Katie Harris finds comfort in creating characters

Rachel Hines, Staff Writer

It’s 3 PM, and after a tiring day of online school, junior Katie Harris pulls out a pencil and some paper and begins to draw. As one line is drawn after the other, the sketch begins to take the shape of a face with pointy ears, silver hair, and striking blue eyes. The sketch is of Damien, a character from an original species designed by Harris herself. 

Since 2016, Harris has spent the majority of her free time creating an entire fictional world with her own fantastical characters. But Harris doesn’t just stop there. Complete with unique countries that have different cultures and politics, Harris’s illustrations are one-of-a-kind. 

A collection of Harris’s characters. Her favorite character, Damien, is on the left.

The characters in Harris’s fictional world are part of three different species. The Chibalans are people with pointy ears and silver features. Harris has also created Alemors, characters with animal features. Finally, there are Sathanins, a species very similar to humans. In this world, race is not dictated by skin color, but instead by physical features.

In addition to being a fun pastime, these drawings have provided Harris with a valuable outlet for her emotions.

“Drawing gives me a way to express my ideas and emotions. Whenever I see something that inspires me, I can pour out my thoughts and ideas on paper,” Harris said.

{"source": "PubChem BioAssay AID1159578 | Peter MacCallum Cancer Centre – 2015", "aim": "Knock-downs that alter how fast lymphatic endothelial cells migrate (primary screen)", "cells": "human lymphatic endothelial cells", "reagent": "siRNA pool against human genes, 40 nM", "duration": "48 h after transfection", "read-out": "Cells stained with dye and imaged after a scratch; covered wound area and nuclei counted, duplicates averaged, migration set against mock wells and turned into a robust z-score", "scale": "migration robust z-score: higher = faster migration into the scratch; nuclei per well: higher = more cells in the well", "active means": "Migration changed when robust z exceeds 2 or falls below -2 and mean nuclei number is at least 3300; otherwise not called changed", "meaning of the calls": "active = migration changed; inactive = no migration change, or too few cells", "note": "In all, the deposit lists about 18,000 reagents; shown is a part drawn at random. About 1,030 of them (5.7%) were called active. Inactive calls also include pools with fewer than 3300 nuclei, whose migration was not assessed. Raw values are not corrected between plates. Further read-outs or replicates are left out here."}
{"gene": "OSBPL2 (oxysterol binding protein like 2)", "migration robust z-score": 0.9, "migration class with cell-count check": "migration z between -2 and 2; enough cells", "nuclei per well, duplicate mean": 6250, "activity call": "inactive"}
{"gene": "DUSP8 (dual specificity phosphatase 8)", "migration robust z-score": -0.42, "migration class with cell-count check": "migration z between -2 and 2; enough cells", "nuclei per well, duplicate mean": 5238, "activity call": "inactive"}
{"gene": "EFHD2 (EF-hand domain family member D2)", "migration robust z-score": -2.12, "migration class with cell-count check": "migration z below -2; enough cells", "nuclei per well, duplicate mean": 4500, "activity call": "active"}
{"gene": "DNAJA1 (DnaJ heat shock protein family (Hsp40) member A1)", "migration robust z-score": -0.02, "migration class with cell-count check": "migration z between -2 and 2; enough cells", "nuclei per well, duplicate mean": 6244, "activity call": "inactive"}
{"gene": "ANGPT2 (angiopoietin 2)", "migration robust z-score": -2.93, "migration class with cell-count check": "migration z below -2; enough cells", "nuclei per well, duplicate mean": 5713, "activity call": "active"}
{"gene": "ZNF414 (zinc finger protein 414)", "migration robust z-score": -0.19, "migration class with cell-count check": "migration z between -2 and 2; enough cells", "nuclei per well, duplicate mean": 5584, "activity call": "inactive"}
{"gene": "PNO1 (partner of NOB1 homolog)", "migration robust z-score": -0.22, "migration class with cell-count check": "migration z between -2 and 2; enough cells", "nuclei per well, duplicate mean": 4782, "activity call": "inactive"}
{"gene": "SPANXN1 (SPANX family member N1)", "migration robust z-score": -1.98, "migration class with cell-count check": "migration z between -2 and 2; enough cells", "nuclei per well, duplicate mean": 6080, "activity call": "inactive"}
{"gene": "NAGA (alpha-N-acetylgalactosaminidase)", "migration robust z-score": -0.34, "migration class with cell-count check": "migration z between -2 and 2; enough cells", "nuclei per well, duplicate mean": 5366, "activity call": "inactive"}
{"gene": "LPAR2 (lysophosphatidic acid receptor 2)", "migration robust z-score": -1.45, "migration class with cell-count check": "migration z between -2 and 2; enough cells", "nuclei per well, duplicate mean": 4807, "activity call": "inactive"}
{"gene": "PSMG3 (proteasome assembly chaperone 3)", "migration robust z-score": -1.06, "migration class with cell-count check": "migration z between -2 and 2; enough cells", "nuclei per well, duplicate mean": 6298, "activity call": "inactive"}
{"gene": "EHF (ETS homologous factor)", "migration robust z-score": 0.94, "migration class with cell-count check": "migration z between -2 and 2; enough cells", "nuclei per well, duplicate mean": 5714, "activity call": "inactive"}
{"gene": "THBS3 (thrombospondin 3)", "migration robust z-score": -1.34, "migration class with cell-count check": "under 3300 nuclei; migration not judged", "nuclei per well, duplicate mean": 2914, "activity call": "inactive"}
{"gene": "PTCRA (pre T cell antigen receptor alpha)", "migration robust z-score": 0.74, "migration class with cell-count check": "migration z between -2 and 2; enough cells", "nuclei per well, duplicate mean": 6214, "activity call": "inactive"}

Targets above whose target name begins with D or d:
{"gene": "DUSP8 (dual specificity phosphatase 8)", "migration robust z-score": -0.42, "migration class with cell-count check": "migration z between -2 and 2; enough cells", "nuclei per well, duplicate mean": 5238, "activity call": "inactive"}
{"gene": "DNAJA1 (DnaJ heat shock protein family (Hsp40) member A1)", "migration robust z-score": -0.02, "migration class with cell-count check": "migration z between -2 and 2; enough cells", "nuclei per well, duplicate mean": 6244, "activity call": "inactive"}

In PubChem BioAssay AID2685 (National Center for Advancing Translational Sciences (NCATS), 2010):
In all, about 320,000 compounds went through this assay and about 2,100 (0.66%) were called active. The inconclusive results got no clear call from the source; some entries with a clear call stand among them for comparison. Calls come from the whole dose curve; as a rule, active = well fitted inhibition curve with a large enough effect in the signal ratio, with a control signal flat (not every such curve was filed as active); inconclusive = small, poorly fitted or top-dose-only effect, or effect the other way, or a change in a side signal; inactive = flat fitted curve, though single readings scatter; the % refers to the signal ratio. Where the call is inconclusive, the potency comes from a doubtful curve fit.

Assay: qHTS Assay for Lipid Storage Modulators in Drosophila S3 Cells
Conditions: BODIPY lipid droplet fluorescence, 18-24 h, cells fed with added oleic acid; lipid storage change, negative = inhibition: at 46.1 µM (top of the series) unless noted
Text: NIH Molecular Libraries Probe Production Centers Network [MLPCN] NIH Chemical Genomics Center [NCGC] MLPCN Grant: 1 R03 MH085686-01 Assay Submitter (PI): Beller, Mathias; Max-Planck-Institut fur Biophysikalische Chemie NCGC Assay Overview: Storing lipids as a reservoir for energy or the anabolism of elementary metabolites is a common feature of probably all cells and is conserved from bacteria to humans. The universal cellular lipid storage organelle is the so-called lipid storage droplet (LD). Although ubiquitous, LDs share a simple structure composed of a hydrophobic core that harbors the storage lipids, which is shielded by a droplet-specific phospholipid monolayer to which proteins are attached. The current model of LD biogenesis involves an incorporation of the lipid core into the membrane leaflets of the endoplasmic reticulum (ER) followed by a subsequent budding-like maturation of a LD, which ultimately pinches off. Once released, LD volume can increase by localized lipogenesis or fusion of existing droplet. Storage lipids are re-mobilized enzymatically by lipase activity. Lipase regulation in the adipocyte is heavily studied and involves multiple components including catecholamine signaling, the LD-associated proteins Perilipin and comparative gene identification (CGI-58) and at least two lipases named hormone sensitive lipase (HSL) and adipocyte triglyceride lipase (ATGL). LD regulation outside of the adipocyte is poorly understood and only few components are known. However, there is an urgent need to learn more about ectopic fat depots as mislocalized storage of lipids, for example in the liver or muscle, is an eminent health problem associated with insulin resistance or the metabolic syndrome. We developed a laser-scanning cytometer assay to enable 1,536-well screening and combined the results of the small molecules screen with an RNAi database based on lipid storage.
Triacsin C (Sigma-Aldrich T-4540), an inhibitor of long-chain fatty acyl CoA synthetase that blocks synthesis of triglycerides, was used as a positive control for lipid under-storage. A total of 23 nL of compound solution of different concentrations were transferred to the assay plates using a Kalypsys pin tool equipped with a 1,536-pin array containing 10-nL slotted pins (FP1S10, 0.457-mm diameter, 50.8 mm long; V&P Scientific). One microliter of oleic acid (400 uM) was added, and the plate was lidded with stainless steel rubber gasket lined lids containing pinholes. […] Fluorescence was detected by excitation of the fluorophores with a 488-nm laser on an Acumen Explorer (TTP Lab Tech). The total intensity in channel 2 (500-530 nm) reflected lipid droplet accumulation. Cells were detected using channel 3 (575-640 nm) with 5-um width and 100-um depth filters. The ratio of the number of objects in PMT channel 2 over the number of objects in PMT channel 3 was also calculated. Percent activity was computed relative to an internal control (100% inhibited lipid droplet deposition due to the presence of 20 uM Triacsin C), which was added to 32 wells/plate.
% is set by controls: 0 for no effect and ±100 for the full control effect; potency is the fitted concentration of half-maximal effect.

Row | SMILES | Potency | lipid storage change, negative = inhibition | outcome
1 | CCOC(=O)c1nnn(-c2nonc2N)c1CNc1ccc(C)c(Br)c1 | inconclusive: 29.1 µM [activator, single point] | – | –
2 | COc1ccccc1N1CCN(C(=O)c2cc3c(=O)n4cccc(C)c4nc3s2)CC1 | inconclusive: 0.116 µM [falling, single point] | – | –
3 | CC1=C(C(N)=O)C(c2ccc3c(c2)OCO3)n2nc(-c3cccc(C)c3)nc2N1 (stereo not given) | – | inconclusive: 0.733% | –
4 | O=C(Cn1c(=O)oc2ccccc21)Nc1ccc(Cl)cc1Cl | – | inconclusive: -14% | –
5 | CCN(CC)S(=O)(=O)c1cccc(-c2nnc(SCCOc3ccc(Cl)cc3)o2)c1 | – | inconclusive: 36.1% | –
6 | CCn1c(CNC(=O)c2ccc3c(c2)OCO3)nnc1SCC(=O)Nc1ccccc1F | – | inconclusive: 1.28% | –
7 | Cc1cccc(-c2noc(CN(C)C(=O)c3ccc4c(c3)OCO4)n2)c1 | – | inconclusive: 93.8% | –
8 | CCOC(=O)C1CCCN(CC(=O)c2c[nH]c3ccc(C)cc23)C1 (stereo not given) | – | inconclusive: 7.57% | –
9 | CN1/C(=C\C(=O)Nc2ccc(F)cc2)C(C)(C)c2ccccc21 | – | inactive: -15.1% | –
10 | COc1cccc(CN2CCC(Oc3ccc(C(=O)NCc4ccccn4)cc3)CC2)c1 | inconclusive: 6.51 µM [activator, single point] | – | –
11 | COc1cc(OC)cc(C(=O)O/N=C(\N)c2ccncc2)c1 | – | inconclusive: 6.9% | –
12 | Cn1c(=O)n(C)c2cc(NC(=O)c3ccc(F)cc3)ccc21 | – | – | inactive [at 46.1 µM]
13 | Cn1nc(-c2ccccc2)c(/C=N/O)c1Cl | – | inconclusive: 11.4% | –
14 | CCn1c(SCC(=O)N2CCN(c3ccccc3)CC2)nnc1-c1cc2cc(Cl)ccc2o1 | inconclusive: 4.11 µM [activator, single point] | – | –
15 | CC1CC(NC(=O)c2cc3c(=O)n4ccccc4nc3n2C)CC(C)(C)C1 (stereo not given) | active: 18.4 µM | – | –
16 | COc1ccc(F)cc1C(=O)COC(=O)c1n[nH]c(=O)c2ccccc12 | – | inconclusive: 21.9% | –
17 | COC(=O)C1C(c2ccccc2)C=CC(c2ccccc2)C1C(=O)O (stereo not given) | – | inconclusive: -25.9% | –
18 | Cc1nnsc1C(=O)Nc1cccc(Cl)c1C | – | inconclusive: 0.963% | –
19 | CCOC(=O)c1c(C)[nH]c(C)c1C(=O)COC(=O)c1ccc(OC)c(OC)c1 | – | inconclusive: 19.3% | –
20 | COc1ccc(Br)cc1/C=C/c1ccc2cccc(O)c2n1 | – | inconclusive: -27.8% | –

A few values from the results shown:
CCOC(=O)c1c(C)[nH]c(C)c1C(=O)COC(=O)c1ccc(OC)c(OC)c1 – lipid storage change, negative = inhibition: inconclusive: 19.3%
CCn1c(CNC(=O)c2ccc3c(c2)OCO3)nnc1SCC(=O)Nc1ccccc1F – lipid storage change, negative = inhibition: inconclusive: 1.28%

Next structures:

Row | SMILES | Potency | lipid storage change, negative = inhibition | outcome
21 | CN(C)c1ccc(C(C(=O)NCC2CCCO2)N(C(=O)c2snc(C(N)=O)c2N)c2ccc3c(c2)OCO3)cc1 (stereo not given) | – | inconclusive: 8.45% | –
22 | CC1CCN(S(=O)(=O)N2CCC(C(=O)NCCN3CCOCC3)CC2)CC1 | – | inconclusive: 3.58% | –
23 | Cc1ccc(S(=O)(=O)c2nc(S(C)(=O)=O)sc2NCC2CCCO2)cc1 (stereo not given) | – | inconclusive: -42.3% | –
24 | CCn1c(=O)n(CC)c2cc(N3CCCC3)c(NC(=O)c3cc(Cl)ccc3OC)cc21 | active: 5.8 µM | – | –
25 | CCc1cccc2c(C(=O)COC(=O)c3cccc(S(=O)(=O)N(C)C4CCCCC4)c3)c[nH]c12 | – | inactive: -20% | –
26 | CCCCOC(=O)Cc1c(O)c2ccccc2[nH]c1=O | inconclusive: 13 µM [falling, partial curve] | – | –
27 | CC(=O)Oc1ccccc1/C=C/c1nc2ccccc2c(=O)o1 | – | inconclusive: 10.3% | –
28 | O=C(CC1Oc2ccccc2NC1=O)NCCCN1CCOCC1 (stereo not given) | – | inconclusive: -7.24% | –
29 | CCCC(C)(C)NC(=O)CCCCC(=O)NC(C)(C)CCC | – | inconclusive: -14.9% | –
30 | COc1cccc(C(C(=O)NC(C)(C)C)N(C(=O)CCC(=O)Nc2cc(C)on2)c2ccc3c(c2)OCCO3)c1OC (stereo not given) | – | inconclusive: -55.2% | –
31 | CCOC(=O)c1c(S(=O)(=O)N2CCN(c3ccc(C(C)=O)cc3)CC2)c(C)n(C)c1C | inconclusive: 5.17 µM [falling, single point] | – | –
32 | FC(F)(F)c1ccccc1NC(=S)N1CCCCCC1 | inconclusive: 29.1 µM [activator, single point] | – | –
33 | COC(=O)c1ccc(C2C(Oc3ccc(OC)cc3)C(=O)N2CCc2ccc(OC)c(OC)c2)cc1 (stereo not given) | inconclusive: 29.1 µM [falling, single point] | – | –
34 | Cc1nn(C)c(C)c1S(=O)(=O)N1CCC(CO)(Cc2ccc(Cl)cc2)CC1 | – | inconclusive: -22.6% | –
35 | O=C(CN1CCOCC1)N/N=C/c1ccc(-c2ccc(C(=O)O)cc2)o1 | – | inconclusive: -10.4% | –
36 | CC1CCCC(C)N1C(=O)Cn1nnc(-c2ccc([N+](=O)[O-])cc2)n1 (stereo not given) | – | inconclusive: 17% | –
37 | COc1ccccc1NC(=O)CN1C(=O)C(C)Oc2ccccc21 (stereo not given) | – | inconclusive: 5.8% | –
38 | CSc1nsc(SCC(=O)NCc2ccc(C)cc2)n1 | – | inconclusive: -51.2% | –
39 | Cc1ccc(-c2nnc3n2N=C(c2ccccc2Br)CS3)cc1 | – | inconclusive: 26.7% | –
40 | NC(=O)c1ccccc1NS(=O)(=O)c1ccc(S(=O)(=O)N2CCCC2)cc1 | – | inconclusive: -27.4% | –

Harris’s love for drawing started in fifth grade when she began imitating Five Nights at Freddy’s illustrations. Now, after years of hard work, she has developed her own unique artistic lens. What began as a simple hobby soon grew into a passion and love for art, fantasy, and world-building.

“Art isn’t just drawing to me: it’s storytelling. Every one of my characters has distinct personalities, emotions, and special quirks,” she said.

Through these illustrations, Harris has learned lifelong lessons of kindness. By creating this fictional world, Harris is spreading happiness to whoever sees it. With the tense environment of today, simple acts of joy are needed more than ever.

“In my world, I can decide how my characters interact,” Harris said. “In the face of all the hate and violence in the world, it’s given me a better glimpse into what it means to treat people with kindness and love.”

While many things in Harris’s life will shift and evolve, she will always have drawing as her anchor. To Harris, these characters are family.

“I would compare it to how people have a comfort food; I have comfort characters,” Harris said, “As I draw characters or aspects of my fictional world, I feel a sense of peace and happiness.”